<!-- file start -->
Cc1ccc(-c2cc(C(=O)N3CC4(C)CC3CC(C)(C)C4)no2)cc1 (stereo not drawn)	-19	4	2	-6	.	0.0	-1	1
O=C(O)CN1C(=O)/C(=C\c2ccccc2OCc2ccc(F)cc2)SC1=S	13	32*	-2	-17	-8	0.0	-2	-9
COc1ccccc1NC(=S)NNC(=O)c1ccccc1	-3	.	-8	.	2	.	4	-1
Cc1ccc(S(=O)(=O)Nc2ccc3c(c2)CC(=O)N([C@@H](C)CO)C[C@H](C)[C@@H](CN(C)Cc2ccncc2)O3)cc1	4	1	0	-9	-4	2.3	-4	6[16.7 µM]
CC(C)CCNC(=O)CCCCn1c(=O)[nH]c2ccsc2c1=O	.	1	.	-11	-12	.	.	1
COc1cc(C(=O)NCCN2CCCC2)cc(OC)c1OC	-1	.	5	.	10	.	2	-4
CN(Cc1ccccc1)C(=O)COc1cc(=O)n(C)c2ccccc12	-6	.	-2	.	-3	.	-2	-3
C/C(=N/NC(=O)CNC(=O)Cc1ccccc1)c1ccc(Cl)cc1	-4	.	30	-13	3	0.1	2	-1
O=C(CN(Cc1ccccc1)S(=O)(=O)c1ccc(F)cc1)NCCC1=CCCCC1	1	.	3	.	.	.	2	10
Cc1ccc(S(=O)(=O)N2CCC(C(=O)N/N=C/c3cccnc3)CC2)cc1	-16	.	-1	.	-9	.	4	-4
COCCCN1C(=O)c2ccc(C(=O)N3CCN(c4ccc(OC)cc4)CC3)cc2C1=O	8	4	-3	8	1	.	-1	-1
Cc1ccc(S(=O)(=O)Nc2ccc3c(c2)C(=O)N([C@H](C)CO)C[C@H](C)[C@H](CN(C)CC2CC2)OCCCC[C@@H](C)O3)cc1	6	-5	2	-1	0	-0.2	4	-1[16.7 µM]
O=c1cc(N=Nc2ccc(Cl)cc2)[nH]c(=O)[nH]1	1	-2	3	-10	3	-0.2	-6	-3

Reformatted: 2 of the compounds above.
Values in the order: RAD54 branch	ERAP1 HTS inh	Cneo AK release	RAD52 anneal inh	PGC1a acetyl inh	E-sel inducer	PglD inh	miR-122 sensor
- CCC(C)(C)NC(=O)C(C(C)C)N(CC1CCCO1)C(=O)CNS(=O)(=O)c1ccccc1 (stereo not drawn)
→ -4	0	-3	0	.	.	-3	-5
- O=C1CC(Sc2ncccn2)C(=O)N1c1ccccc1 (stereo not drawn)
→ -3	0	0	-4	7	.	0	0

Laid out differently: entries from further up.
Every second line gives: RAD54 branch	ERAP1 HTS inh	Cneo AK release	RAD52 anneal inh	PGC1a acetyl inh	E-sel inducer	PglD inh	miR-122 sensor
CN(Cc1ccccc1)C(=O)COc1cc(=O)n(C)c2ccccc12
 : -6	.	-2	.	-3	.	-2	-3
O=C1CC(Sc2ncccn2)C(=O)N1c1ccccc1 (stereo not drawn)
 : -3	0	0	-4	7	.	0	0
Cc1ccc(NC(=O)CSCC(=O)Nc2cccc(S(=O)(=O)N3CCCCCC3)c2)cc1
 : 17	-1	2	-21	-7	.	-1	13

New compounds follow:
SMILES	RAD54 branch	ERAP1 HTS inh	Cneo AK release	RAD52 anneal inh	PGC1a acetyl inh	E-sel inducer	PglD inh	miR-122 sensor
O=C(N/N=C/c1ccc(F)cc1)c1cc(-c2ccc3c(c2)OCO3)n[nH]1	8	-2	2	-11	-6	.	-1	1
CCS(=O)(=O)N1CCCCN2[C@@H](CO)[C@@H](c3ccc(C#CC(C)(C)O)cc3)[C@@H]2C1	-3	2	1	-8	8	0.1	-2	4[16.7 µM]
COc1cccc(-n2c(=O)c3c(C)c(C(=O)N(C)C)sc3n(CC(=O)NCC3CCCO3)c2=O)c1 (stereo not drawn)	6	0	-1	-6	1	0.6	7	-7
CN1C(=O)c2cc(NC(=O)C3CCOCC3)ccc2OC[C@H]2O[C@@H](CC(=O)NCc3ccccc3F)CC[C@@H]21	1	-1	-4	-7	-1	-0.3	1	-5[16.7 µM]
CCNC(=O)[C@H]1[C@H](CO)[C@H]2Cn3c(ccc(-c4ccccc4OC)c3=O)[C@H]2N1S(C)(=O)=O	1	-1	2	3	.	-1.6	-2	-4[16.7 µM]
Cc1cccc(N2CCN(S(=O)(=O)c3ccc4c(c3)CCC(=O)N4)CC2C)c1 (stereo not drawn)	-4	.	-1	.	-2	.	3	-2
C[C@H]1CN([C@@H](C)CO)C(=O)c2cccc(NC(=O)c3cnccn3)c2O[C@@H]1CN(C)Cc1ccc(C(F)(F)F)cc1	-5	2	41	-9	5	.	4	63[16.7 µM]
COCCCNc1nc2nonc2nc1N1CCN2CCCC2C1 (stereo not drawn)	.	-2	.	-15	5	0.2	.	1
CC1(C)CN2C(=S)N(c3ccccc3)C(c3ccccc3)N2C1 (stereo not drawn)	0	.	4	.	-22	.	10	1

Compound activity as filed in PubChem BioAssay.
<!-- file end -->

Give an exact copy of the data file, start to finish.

Cc1ccc(-c2cc(C(=O)N3CC4(C)CC3CC(C)(C)C4)no2)cc1 (stereo not drawn)	-19	4	2	-6	.	0.0	-1	1
O=C(O)CN1C(=O)/C(=C\c2ccccc2OCc2ccc(F)cc2)SC1=S	13	32*	-2	-17	-8	0.0	-2	-9
COc1ccccc1NC(=S)NNC(=O)c1ccccc1	-3	.	-8	.	2	.	4	-1
Cc1ccc(S(=O)(=O)Nc2ccc3c(c2)CC(=O)N([C@@H](C)CO)C[C@H](C)[C@@H](CN(C)Cc2ccncc2)O3)cc1	4	1	0	-9	-4	2.3	-4	6[16.7 µM]
CC(C)CCNC(=O)CCCCn1c(=O)[nH]c2ccsc2c1=O	.	1	.	-11	-12	.	.	1
COc1cc(C(=O)NCCN2CCCC2)cc(OC)c1OC	-1	.	5	.	10	.	2	-4
CN(Cc1ccccc1)C(=O)COc1cc(=O)n(C)c2ccccc12	-6	.	-2	.	-3	.	-2	-3
C/C(=N/NC(=O)CNC(=O)Cc1ccccc1)c1ccc(Cl)cc1	-4	.	30	-13	3	0.1	2	-1
O=C(CN(Cc1ccccc1)S(=O)(=O)c1ccc(F)cc1)NCCC1=CCCCC1	1	.	3	.	.	.	2	10
Cc1ccc(S(=O)(=O)N2CCC(C(=O)N/N=C/c3cccnc3)CC2)cc1	-16	.	-1	.	-9	.	4	-4
COCCCN1C(=O)c2ccc(C(=O)N3CCN(c4ccc(OC)cc4)CC3)cc2C1=O	8	4	-3	8	1	.	-1	-1
Cc1ccc(S(=O)(=O)Nc2ccc3c(c2)C(=O)N([C@H](C)CO)C[C@H](C)[C@H](CN(C)CC2CC2)OCCCC[C@@H](C)O3)cc1	6	-5	2	-1	0	-0.2	4	-1[16.7 µM]
O=c1cc(N=Nc2ccc(Cl)cc2)[nH]c(=O)[nH]1	1	-2	3	-10	3	-0.2	-6	-3

Reformatted: 2 of the compounds above.
Values in the order: RAD54 branch	ERAP1 HTS inh	Cneo AK release	RAD52 anneal inh	PGC1a acetyl inh	E-sel inducer	PglD inh	miR-122 sensor
- CCC(C)(C)NC(=O)C(C(C)C)N(CC1CCCO1)C(=O)CNS(=O)(=O)c1ccccc1 (stereo not drawn)
→ -4	0	-3	0	.	.	-3	-5
- O=C1CC(Sc2ncccn2)C(=O)N1c1ccccc1 (stereo not drawn)
→ -3	0	0	-4	7	.	0	0

Laid out differently: entries from further up.
Every second line gives: RAD54 branch	ERAP1 HTS inh	Cneo AK release	RAD52 anneal inh	PGC1a acetyl inh	E-sel inducer	PglD inh	miR-122 sensor
CN(Cc1ccccc1)C(=O)COc1cc(=O)n(C)c2ccccc12
 : -6	.	-2	.	-3	.	-2	-3
O=C1CC(Sc2ncccn2)C(=O)N1c1ccccc1 (stereo not drawn)
 : -3	0	0	-4	7	.	0	0
Cc1ccc(NC(=O)CSCC(=O)Nc2cccc(S(=O)(=O)N3CCCCCC3)c2)cc1
 : 17	-1	2	-21	-7	.	-1	13

New compounds follow:
SMILES	RAD54 branch	ERAP1 HTS inh	Cneo AK release	RAD52 anneal inh	PGC1a acetyl inh	E-sel inducer	PglD inh	miR-122 sensor
O=C(N/N=C/c1ccc(F)cc1)c1cc(-c2ccc3c(c2)OCO3)n[nH]1	8	-2	2	-11	-6	.	-1	1
CCS(=O)(=O)N1CCCCN2[C@@H](CO)[C@@H](c3ccc(C#CC(C)(C)O)cc3)[C@@H]2C1	-3	2	1	-8	8	0.1	-2	4[16.7 µM]
COc1cccc(-n2c(=O)c3c(C)c(C(=O)N(C)C)sc3n(CC(=O)NCC3CCCO3)c2=O)c1 (stereo not drawn)	6	0	-1	-6	1	0.6	7	-7
CN1C(=O)c2cc(NC(=O)C3CCOCC3)ccc2OC[C@H]2O[C@@H](CC(=O)NCc3ccccc3F)CC[C@@H]21	1	-1	-4	-7	-1	-0.3	1	-5[16.7 µM]
CCNC(=O)[C@H]1[C@H](CO)[C@H]2Cn3c(ccc(-c4ccccc4OC)c3=O)[C@H]2N1S(C)(=O)=O	1	-1	2	3	.	-1.6	-2	-4[16.7 µM]
Cc1cccc(N2CCN(S(=O)(=O)c3ccc4c(c3)CCC(=O)N4)CC2C)c1 (stereo not drawn)	-4	.	-1	.	-2	.	3	-2
C[C@H]1CN([C@@H](C)CO)C(=O)c2cccc(NC(=O)c3cnccn3)c2O[C@@H]1CN(C)Cc1ccc(C(F)(F)F)cc1	-5	2	41	-9	5	.	4	63[16.7 µM]
COCCCNc1nc2nonc2nc1N1CCN2CCCC2C1 (stereo not drawn)	.	-2	.	-15	5	0.2	.	1
CC1(C)CN2C(=S)N(c3ccccc3)C(c3ccccc3)N2C1 (stereo not drawn)	0	.	4	.	-22	.	10	1

Compound activity as filed in PubChem BioAssay.